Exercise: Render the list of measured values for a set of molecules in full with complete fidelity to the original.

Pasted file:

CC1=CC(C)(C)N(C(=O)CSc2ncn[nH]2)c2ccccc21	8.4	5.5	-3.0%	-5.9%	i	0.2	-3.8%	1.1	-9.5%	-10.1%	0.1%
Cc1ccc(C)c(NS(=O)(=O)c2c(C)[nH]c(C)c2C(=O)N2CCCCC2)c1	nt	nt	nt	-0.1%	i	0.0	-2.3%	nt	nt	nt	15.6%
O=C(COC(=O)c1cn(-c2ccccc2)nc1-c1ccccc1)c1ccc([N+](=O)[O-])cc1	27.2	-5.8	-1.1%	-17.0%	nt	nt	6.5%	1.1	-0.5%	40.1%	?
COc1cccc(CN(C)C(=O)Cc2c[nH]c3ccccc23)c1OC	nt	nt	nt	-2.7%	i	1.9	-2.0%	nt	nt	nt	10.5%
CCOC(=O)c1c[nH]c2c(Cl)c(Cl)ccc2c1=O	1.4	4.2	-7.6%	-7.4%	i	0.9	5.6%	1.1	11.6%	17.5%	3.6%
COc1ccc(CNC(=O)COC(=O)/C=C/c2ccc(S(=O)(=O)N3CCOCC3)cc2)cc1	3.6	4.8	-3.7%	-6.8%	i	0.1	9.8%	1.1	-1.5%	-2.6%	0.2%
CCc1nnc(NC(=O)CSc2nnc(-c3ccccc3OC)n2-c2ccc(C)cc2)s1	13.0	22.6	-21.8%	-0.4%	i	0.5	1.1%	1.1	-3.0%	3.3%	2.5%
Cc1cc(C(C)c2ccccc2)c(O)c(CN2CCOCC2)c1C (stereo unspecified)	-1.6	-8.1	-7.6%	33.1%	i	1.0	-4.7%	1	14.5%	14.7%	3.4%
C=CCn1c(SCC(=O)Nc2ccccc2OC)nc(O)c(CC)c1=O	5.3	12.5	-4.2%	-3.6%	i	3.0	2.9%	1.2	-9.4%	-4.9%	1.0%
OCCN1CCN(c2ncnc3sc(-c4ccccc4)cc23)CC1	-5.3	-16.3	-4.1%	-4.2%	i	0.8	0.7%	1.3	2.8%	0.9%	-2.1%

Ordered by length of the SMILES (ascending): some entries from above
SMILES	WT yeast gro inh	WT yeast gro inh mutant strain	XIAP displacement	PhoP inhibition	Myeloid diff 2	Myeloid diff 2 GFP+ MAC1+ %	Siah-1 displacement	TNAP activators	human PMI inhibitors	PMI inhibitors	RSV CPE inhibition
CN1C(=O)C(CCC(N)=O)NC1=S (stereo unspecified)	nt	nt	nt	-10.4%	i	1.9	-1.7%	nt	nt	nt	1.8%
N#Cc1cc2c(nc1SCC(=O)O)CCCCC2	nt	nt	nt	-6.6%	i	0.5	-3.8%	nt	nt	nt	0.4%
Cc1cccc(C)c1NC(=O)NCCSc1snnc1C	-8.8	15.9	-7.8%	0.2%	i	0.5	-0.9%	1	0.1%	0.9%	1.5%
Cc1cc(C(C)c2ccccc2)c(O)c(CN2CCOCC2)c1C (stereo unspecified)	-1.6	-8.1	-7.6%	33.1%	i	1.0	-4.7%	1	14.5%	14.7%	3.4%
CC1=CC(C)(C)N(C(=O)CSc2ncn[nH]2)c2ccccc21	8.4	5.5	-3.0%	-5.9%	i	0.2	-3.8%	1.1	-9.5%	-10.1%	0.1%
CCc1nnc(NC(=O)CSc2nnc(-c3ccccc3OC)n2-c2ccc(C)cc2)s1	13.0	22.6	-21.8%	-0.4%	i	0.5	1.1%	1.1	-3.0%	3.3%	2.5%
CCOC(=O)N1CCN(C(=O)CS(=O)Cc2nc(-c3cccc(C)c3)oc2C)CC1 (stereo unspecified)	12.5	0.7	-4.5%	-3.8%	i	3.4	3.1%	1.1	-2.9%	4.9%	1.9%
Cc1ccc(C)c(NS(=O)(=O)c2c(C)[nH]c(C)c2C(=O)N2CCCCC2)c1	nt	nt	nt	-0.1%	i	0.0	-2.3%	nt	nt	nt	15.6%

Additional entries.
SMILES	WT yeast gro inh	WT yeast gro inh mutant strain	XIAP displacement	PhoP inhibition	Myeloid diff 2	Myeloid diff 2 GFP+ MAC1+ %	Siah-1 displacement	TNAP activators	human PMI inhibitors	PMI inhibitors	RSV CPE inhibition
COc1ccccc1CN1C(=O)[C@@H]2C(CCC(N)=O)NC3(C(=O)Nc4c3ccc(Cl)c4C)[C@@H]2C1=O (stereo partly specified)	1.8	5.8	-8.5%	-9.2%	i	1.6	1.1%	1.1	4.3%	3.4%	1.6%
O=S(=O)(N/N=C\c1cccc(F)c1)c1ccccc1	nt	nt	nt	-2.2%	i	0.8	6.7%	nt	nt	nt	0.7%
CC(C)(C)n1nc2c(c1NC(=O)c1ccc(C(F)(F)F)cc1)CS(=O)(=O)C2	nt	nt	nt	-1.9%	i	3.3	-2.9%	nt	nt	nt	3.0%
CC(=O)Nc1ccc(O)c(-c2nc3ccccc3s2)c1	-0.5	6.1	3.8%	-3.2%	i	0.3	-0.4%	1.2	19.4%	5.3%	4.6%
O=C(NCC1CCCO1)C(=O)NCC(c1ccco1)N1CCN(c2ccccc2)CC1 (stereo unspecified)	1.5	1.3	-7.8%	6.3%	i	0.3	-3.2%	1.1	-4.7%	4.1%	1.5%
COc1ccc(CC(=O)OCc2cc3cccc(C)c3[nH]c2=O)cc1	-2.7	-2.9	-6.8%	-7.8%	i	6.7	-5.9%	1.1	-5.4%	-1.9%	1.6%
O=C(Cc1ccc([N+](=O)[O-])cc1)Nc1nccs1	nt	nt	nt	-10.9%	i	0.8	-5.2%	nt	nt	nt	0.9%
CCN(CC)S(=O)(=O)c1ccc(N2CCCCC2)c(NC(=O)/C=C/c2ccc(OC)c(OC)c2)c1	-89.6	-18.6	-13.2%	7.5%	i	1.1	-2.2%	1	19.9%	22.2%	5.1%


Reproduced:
CC1=CC(C)(C)N(C(=O)CSc2ncn[nH]2)c2ccccc21	8.4	5.5	-3.0%	-5.9%	i	0.2	-3.8%	1.1	-9.5%	-10.1%	0.1%
Cc1ccc(C)c(NS(=O)(=O)c2c(C)[nH]c(C)c2C(=O)N2CCCCC2)c1	nt	nt	nt	-0.1%	i	0.0	-2.3%	nt	nt	nt	15.6%
O=C(COC(=O)c1cn(-c2ccccc2)nc1-c1ccccc1)c1ccc([N+](=O)[O-])cc1	27.2	-5.8	-1.1%	-17.0%	nt	nt	6.5%	1.1	-0.5%	40.1%	?
COc1cccc(CN(C)C(=O)Cc2c[nH]c3ccccc23)c1OC	nt	nt	nt	-2.7%	i	1.9	-2.0%	nt	nt	nt	10.5%
CCOC(=O)c1c[nH]c2c(Cl)c(Cl)ccc2c1=O	1.4	4.2	-7.6%	-7.4%	i	0.9	5.6%	1.1	11.6%	17.5%	3.6%
COc1ccc(CNC(=O)COC(=O)/C=C/c2ccc(S(=O)(=O)N3CCOCC3)cc2)cc1	3.6	4.8	-3.7%	-6.8%	i	0.1	9.8%	1.1	-1.5%	-2.6%	0.2%
CCc1nnc(NC(=O)CSc2nnc(-c3ccccc3OC)n2-c2ccc(C)cc2)s1	13.0	22.6	-21.8%	-0.4%	i	0.5	1.1%	1.1	-3.0%	3.3%	2.5%
Cc1cc(C(C)c2ccccc2)c(O)c(CN2CCOCC2)c1C (stereo unspecified)	-1.6	-8.1	-7.6%	33.1%	i	1.0	-4.7%	1	14.5%	14.7%	3.4%
C=CCn1c(SCC(=O)Nc2ccccc2OC)nc(O)c(CC)c1=O	5.3	12.5	-4.2%	-3.6%	i	3.0	2.9%	1.2	-9.4%	-4.9%	1.0%
OCCN1CCN(c2ncnc3sc(-c4ccccc4)cc23)CC1	-5.3	-16.3	-4.1%	-4.2%	i	0.8	0.7%	1.3	2.8%	0.9%	-2.1%

Ordered by length of the SMILES (ascending): some entries from above
SMILES	WT yeast gro inh	WT yeast gro inh mutant strain	XIAP displacement	PhoP inhibition	Myeloid diff 2	Myeloid diff 2 GFP+ MAC1+ %	Siah-1 displacement	TNAP activators	human PMI inhibitors	PMI inhibitors	RSV CPE inhibition
CN1C(=O)C(CCC(N)=O)NC1=S (stereo unspecified)	nt	nt	nt	-10.4%	i	1.9	-1.7%	nt	nt	nt	1.8%
N#Cc1cc2c(nc1SCC(=O)O)CCCCC2	nt	nt	nt	-6.6%	i	0.5	-3.8%	nt	nt	nt	0.4%
Cc1cccc(C)c1NC(=O)NCCSc1snnc1C	-8.8	15.9	-7.8%	0.2%	i	0.5	-0.9%	1	0.1%	0.9%	1.5%
Cc1cc(C(C)c2ccccc2)c(O)c(CN2CCOCC2)c1C (stereo unspecified)	-1.6	-8.1	-7.6%	33.1%	i	1.0	-4.7%	1	14.5%	14.7%	3.4%
CC1=CC(C)(C)N(C(=O)CSc2ncn[nH]2)c2ccccc21	8.4	5.5	-3.0%	-5.9%	i	0.2	-3.8%	1.1	-9.5%	-10.1%	0.1%
CCc1nnc(NC(=O)CSc2nnc(-c3ccccc3OC)n2-c2ccc(C)cc2)s1	13.0	22.6	-21.8%	-0.4%	i	0.5	1.1%	1.1	-3.0%	3.3%	2.5%
CCOC(=O)N1CCN(C(=O)CS(=O)Cc2nc(-c3cccc(C)c3)oc2C)CC1 (stereo unspecified)	12.5	0.7	-4.5%	-3.8%	i	3.4	3.1%	1.1	-2.9%	4.9%	1.9%
Cc1ccc(C)c(NS(=O)(=O)c2c(C)[nH]c(C)c2C(=O)N2CCCCC2)c1	nt	nt	nt	-0.1%	i	0.0	-2.3%	nt	nt	nt	15.6%

Additional entries.
SMILES	WT yeast gro inh	WT yeast gro inh mutant strain	XIAP displacement	PhoP inhibition	Myeloid diff 2	Myeloid diff 2 GFP+ MAC1+ %	Siah-1 displacement	TNAP activators	human PMI inhibitors	PMI inhibitors	RSV CPE inhibition
COc1ccccc1CN1C(=O)[C@@H]2C(CCC(N)=O)NC3(C(=O)Nc4c3ccc(Cl)c4C)[C@@H]2C1=O (stereo partly specified)	1.8	5.8	-8.5%	-9.2%	i	1.6	1.1%	1.1	4.3%	3.4%	1.6%
O=S(=O)(N/N=C\c1cccc(F)c1)c1ccccc1	nt	nt	nt	-2.2%	i	0.8	6.7%	nt	nt	nt	0.7%
CC(C)(C)n1nc2c(c1NC(=O)c1ccc(C(F)(F)F)cc1)CS(=O)(=O)C2	nt	nt	nt	-1.9%	i	3.3	-2.9%	nt	nt	nt	3.0%
CC(=O)Nc1ccc(O)c(-c2nc3ccccc3s2)c1	-0.5	6.1	3.8%	-3.2%	i	0.3	-0.4%	1.2	19.4%	5.3%	4.6%
O=C(NCC1CCCO1)C(=O)NCC(c1ccco1)N1CCN(c2ccccc2)CC1 (stereo unspecified)	1.5	1.3	-7.8%	6.3%	i	0.3	-3.2%	1.1	-4.7%	4.1%	1.5%
COc1ccc(CC(=O)OCc2cc3cccc(C)c3[nH]c2=O)cc1	-2.7	-2.9	-6.8%	-7.8%	i	6.7	-5.9%	1.1	-5.4%	-1.9%	1.6%
O=C(Cc1ccc([N+](=O)[O-])cc1)Nc1nccs1	nt	nt	nt	-10.9%	i	0.8	-5.2%	nt	nt	nt	0.9%
CCN(CC)S(=O)(=O)c1ccc(N2CCCCC2)c(NC(=O)/C=C/c2ccc(OC)c(OC)c2)c1	-89.6	-18.6	-13.2%	7.5%	i	1.1	-2.2%	1	19.9%	22.2%	5.1%